If INMA can help nudge our industry 1% on any of these issues by stubbornly refusing to give up hope that transformational change is possible, then we have fulfilled our mission.

Our industry’s challenges are not across the board, they are not at the best-practice level, and they are not about honing our skills at following the pack from the format change flavour of the month to the Groupon flavour of the month.

Our industry’s challenges are at the foundational level. It will require hard work, strategic change, and persistence.

Are you in?


print article send to friend


blog comments powered by Disqus
About Earl

Earl J. Wilkinson is executive director and CEO of INMA. In his interactions with INMA members worldwide, Earl has one of the broadest views of newspapers of anyone serving our industry today. He is a trendspotter and a leading advocate for cultural change, transformation, and innovation. This blog represents his unique view of the emerging global news media industry.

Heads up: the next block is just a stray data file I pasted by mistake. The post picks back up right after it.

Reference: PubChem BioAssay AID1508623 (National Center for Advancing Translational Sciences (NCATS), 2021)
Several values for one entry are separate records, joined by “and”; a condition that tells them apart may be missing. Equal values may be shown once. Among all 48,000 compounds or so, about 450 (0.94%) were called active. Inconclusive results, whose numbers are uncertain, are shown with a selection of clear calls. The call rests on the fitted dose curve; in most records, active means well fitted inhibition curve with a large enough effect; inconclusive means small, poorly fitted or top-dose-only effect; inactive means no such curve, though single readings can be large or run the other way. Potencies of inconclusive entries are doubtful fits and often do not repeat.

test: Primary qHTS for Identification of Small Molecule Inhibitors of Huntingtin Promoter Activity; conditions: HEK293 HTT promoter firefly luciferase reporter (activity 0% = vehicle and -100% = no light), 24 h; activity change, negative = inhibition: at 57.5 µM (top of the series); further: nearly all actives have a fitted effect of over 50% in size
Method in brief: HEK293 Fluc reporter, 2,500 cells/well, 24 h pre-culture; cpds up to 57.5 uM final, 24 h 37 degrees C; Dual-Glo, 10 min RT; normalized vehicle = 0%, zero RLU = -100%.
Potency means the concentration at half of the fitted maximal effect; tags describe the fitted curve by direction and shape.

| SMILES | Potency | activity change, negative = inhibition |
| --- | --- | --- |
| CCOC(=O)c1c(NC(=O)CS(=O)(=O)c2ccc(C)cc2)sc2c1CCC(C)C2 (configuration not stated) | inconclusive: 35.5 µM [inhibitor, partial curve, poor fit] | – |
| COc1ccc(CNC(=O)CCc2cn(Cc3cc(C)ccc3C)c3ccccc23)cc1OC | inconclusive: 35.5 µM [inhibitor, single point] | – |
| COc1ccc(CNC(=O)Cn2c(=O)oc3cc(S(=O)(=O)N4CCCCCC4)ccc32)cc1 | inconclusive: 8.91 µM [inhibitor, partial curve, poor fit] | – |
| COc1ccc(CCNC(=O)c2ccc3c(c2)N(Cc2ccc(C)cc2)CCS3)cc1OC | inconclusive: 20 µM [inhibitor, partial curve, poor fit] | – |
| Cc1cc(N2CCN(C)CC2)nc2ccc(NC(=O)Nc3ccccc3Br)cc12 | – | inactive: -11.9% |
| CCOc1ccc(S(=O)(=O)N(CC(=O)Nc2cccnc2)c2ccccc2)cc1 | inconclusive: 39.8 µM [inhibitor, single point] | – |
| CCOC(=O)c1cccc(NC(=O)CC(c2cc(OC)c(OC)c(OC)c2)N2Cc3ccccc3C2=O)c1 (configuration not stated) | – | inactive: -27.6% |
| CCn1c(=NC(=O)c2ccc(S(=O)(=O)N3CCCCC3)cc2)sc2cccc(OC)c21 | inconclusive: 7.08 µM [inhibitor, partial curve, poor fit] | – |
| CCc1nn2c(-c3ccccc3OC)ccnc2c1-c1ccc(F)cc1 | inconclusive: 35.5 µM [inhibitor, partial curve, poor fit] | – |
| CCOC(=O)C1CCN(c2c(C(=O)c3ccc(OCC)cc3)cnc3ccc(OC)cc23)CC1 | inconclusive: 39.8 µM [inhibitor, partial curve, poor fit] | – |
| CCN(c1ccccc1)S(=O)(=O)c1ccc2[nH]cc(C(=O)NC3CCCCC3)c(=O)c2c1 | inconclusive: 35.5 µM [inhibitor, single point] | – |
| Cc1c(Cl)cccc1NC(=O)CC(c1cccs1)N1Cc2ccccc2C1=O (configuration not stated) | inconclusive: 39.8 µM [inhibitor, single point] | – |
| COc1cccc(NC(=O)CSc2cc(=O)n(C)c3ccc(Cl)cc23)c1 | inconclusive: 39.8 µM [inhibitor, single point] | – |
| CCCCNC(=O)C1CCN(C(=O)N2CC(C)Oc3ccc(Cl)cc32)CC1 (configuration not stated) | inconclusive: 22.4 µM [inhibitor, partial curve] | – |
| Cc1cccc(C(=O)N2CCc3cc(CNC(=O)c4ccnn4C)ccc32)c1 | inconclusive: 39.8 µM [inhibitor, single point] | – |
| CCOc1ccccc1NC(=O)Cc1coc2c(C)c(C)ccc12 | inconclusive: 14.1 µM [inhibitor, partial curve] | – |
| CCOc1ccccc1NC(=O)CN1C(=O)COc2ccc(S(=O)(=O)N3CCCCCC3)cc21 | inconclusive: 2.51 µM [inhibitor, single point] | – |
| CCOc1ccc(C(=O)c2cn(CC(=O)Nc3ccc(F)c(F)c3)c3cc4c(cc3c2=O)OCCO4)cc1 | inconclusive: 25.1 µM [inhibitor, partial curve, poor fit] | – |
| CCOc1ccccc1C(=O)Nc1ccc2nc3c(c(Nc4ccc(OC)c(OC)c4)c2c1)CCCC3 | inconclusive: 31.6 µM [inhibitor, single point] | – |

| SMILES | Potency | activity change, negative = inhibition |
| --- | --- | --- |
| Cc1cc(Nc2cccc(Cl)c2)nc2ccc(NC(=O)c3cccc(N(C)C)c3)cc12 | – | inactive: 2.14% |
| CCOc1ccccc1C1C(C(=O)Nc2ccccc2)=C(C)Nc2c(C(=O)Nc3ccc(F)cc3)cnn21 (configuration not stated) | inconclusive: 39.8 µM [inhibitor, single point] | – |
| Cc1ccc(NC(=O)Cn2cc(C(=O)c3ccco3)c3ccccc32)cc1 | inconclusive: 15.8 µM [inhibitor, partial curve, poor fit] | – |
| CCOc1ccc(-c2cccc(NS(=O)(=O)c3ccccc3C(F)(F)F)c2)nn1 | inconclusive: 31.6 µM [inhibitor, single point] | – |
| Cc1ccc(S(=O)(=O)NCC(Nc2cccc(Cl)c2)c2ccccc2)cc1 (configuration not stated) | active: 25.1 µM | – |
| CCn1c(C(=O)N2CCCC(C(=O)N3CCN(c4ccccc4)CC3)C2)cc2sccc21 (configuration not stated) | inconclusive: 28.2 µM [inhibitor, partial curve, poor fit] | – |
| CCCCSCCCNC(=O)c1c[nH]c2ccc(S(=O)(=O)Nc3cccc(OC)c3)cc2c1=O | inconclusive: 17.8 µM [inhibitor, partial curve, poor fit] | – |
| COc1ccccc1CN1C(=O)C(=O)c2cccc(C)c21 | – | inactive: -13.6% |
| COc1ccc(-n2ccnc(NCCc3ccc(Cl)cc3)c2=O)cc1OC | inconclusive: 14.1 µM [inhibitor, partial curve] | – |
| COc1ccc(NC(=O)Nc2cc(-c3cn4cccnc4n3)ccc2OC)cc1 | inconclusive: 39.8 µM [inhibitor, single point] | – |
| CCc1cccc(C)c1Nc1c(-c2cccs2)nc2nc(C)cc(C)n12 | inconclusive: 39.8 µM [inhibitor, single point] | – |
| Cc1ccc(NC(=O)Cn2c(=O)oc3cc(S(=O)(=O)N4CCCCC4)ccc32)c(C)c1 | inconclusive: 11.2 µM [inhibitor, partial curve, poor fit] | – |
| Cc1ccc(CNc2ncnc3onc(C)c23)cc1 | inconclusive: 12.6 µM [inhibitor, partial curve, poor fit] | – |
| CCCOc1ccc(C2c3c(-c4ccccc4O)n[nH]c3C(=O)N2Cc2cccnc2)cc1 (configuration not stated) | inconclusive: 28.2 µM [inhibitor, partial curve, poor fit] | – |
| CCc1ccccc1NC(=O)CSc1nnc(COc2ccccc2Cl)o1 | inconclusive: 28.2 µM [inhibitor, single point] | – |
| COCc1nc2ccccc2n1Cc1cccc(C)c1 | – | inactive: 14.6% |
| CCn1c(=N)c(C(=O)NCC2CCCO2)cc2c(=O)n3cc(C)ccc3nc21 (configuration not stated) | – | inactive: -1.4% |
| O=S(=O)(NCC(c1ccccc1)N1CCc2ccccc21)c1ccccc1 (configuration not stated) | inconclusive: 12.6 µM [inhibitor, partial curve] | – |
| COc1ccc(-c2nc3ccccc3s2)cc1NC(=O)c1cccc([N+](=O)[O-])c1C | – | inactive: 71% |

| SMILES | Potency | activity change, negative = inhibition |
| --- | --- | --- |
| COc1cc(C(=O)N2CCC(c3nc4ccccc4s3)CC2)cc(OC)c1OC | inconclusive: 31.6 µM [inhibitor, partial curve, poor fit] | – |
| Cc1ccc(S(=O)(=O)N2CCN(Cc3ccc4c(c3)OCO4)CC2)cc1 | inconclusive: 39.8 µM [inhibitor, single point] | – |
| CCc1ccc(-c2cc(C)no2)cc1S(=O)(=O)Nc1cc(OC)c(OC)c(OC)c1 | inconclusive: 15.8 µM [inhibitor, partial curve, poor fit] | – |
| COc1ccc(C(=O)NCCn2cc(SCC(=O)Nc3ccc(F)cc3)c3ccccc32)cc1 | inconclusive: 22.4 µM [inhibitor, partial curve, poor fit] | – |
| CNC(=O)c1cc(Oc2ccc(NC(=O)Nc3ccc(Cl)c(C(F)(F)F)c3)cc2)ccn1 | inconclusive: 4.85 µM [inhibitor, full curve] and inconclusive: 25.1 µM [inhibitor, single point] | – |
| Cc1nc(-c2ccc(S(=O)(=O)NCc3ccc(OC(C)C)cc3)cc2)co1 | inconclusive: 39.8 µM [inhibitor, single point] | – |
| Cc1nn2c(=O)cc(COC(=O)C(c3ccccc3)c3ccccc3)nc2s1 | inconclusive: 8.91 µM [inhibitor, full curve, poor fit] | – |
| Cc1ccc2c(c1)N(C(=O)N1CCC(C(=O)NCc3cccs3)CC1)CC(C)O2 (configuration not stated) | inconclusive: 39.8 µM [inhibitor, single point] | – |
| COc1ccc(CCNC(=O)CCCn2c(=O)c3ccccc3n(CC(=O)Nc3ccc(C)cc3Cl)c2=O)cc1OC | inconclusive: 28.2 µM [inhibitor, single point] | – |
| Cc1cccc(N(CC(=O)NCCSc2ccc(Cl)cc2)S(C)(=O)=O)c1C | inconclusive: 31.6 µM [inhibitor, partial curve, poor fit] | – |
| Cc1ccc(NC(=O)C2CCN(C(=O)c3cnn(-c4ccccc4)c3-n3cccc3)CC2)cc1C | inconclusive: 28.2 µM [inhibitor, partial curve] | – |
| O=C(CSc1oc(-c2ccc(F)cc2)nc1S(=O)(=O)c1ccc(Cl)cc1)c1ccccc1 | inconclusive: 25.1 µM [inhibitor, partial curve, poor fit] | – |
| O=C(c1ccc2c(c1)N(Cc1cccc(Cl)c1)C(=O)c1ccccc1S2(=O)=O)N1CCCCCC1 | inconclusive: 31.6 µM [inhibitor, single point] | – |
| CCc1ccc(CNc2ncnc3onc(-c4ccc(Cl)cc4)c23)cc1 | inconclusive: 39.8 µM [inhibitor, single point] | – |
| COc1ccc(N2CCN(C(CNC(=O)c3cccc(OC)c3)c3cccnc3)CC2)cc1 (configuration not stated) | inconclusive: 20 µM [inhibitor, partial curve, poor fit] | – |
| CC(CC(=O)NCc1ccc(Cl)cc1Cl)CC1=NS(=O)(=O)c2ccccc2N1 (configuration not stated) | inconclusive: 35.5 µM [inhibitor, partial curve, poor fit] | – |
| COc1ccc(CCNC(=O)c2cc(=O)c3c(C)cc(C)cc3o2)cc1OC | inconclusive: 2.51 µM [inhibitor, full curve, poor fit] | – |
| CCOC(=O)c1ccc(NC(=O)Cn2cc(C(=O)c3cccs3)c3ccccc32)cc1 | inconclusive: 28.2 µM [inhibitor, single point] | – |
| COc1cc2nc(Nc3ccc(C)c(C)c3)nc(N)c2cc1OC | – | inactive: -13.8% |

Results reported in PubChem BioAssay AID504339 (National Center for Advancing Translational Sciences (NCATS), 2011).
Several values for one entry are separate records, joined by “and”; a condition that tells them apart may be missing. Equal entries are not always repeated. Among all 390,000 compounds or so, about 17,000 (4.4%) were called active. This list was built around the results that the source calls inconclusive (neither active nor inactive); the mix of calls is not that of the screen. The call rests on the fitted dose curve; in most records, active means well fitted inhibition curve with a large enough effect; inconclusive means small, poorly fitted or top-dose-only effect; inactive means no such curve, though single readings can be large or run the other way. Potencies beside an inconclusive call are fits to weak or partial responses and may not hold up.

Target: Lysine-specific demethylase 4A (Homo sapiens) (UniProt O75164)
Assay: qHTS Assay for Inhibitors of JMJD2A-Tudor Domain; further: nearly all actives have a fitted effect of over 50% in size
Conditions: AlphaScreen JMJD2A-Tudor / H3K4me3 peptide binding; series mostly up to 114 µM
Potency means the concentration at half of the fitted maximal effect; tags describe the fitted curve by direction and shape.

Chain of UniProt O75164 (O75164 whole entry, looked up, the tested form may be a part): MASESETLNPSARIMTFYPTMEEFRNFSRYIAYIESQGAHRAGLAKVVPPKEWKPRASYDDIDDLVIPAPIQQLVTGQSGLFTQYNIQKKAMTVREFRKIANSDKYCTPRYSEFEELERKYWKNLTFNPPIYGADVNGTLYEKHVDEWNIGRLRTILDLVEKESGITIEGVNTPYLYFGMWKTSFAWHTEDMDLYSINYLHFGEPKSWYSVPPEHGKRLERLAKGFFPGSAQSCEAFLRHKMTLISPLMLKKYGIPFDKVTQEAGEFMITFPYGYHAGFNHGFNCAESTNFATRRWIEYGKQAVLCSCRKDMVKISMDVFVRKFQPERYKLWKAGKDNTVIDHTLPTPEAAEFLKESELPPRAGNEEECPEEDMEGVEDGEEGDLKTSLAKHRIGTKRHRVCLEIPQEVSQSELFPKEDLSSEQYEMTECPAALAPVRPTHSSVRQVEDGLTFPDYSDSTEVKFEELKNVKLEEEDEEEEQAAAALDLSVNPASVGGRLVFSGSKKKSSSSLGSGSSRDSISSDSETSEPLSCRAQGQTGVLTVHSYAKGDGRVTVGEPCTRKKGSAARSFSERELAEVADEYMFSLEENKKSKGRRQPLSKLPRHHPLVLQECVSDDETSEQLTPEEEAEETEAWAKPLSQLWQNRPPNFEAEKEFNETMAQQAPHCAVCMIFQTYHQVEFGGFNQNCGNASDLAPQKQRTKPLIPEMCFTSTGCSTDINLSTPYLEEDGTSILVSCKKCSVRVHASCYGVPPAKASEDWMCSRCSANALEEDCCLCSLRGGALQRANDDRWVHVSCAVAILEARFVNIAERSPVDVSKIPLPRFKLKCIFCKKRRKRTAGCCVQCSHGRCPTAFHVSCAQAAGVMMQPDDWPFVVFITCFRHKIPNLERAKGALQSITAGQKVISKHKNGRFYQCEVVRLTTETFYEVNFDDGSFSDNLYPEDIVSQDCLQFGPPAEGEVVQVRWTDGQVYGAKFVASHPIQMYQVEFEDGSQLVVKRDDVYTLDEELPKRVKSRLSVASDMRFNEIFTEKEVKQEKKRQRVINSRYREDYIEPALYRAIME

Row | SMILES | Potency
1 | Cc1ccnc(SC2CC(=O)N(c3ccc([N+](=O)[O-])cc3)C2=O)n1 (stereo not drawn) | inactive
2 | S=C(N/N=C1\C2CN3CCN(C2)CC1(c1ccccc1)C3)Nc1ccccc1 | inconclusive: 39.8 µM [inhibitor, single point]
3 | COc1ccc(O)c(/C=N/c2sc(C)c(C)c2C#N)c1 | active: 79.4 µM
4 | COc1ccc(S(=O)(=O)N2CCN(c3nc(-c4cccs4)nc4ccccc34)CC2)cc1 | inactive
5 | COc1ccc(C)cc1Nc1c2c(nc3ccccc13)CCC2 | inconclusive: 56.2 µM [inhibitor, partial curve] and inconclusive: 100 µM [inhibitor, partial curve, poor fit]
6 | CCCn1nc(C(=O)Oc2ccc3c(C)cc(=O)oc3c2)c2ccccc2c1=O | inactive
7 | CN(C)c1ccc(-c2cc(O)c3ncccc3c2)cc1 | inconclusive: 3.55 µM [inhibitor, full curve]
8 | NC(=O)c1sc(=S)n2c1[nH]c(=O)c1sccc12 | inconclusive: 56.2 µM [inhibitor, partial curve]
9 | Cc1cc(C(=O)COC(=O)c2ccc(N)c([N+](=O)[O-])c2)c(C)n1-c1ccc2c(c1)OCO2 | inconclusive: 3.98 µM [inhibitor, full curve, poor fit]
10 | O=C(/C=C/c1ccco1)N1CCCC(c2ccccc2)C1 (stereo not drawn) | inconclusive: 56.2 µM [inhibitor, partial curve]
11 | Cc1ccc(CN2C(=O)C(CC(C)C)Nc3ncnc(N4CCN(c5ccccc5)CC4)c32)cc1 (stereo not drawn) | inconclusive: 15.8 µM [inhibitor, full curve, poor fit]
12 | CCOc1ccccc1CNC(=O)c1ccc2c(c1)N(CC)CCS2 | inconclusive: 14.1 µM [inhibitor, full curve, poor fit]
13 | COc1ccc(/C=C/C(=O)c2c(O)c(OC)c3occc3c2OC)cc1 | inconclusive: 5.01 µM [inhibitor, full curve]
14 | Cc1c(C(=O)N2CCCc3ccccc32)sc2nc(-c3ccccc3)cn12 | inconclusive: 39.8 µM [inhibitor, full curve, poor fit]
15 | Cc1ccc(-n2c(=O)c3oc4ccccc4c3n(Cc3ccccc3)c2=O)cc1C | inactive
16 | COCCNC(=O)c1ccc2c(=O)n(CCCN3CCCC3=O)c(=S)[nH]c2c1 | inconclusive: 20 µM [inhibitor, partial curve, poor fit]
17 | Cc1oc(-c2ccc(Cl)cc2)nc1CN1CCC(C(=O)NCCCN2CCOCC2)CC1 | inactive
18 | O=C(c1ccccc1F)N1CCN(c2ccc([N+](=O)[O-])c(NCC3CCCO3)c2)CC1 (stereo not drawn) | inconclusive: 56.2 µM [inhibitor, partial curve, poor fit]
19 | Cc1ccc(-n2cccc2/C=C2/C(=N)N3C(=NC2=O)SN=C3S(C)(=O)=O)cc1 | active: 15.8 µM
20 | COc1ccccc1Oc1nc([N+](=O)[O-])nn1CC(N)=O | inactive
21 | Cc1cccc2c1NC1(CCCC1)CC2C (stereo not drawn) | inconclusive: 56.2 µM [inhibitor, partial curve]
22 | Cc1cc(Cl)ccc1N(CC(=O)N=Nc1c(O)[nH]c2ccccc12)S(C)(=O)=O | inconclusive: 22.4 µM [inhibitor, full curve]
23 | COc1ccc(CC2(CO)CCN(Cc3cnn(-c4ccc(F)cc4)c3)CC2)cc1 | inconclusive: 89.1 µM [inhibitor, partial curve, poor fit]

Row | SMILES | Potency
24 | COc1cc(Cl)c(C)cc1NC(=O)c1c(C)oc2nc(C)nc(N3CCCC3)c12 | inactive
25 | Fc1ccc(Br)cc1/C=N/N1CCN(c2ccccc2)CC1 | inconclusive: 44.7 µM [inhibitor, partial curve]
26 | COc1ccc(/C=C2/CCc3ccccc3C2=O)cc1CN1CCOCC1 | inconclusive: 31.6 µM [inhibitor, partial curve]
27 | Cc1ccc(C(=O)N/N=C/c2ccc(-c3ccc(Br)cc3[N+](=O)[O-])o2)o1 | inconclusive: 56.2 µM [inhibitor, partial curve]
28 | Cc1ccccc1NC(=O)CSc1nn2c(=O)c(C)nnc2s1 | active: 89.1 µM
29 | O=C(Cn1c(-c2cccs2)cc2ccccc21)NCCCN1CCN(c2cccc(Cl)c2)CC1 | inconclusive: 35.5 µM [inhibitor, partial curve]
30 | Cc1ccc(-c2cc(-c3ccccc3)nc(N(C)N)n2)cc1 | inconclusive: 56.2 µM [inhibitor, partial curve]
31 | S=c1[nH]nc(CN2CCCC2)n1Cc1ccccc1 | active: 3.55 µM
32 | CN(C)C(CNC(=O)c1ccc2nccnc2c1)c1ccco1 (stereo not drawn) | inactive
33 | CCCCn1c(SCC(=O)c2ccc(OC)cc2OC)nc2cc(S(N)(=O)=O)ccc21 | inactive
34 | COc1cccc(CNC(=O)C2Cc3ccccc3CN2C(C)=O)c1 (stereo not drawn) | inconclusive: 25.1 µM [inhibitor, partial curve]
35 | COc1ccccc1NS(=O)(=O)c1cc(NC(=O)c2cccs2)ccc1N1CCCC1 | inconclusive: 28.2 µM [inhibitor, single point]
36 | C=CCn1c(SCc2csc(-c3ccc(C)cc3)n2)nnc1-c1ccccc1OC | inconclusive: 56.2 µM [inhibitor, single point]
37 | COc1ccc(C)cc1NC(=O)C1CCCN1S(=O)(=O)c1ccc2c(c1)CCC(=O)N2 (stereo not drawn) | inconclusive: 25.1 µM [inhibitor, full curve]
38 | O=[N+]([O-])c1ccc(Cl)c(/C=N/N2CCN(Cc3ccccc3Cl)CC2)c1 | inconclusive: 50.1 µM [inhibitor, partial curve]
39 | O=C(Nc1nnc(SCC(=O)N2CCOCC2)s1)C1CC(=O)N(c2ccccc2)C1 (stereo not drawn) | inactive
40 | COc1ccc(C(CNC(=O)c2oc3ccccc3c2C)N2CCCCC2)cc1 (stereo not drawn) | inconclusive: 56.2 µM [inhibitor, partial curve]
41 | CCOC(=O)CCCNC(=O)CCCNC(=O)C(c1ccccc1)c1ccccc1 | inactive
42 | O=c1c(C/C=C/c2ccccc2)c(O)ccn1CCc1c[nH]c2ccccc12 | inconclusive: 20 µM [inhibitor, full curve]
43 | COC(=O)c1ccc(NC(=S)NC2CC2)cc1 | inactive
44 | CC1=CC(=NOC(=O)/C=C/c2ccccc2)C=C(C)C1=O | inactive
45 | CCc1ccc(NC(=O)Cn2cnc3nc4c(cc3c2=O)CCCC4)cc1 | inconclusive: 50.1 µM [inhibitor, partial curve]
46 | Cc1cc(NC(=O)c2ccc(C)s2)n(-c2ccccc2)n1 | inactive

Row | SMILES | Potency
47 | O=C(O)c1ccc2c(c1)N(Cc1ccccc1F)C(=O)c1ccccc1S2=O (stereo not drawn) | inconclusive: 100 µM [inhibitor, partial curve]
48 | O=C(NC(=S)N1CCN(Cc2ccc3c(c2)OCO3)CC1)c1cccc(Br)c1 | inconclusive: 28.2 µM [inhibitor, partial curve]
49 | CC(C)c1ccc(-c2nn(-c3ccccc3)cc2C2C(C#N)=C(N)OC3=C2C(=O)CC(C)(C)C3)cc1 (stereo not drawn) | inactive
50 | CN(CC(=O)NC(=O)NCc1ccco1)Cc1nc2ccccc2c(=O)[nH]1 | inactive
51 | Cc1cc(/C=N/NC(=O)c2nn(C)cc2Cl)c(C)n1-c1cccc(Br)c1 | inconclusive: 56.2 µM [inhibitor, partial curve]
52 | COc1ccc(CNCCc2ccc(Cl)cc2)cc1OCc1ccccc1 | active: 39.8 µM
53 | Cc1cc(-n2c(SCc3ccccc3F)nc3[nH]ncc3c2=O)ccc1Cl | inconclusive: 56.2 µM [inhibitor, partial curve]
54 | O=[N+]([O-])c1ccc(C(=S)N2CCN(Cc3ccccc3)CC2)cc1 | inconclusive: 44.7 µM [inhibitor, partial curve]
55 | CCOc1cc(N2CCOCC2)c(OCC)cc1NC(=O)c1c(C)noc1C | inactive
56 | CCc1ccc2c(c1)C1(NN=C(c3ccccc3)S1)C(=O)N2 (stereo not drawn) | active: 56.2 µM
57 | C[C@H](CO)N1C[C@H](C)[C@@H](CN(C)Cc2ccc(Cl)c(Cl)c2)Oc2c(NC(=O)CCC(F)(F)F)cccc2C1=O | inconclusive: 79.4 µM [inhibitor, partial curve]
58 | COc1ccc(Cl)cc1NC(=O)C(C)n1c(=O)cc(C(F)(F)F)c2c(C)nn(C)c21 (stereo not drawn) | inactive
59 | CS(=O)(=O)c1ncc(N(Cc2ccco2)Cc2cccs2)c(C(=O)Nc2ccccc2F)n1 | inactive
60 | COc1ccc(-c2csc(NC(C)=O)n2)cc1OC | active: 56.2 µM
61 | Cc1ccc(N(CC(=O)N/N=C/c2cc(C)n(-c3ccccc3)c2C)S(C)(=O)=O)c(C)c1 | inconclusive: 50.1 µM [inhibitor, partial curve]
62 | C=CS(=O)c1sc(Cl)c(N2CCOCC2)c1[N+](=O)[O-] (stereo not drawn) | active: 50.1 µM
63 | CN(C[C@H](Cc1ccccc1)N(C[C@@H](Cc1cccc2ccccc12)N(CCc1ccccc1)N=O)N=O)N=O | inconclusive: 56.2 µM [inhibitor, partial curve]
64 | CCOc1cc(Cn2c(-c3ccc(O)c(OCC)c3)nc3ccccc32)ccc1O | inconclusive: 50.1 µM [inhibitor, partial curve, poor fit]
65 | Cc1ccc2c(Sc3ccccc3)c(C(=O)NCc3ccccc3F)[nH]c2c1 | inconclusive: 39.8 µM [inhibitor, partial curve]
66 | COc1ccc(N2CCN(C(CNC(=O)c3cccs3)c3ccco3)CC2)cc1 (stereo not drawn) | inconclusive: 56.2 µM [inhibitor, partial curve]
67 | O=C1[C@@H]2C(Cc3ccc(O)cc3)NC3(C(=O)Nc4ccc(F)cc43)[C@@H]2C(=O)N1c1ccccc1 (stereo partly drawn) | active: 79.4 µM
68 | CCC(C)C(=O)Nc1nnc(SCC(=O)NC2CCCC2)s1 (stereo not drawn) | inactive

Biography | INMA profile



Find Earl on the following social networks

Earl on Facebook
Earl on Twitter
Earl on LinkedIn
Earl on YouTube


Contact Earl

Click here to message Earl


Click below for “News Media Outlook 2014: Navigating the Minefield”

News Media Outlook 2014


Subscribe

RSS feed
E-newsletter


Blog archives

October 2014 ( 2 )
August 2014 ( 1 )
July 2014 ( 1 )
June 2014 ( 1 )
May 2014 ( 1 )
April 2014 ( 1 )
March 2014 ( 1 )
February 2014 ( 1 )
January 2014 ( 1 )
October 2013 ( 1 )
September 2013 ( 1 )
August 2013 ( 3 )


Join INMA Today
 
Upcoming Events
Mar
09
INMA Mobile Summit for Engagement and Profit
Austin, United States
09-10 March 2015
Mar
26
Big Data for Media Conference
London, United Kingdom
26-27 March 2015
Apr
08
INMA Augmenting Print with Digital Workshop
New Delhi, India
08 April 2015
Apr
24
INMA Ideas Day on Advertising
Paris, France
24 April 2015
May
10
INMA World Congress
New York, United States
10-12 May 2015
May
22
INMA Ideas Day on Marketing
Brussels, Belgium
22 May 2015
Jun
12

More Events

Member Profiles

  • Marcela Trejos
    Costa Rica


  • Hameed Haroon
    Pakistan


  • Yasmin Namini
    USA



  • Marcelo Rech
    Brazil


  • Elena Cristofori
    Italy


  • Gauri Dakhne
    India



©2014 INMA | Home | About | Contact | RSS | Privacy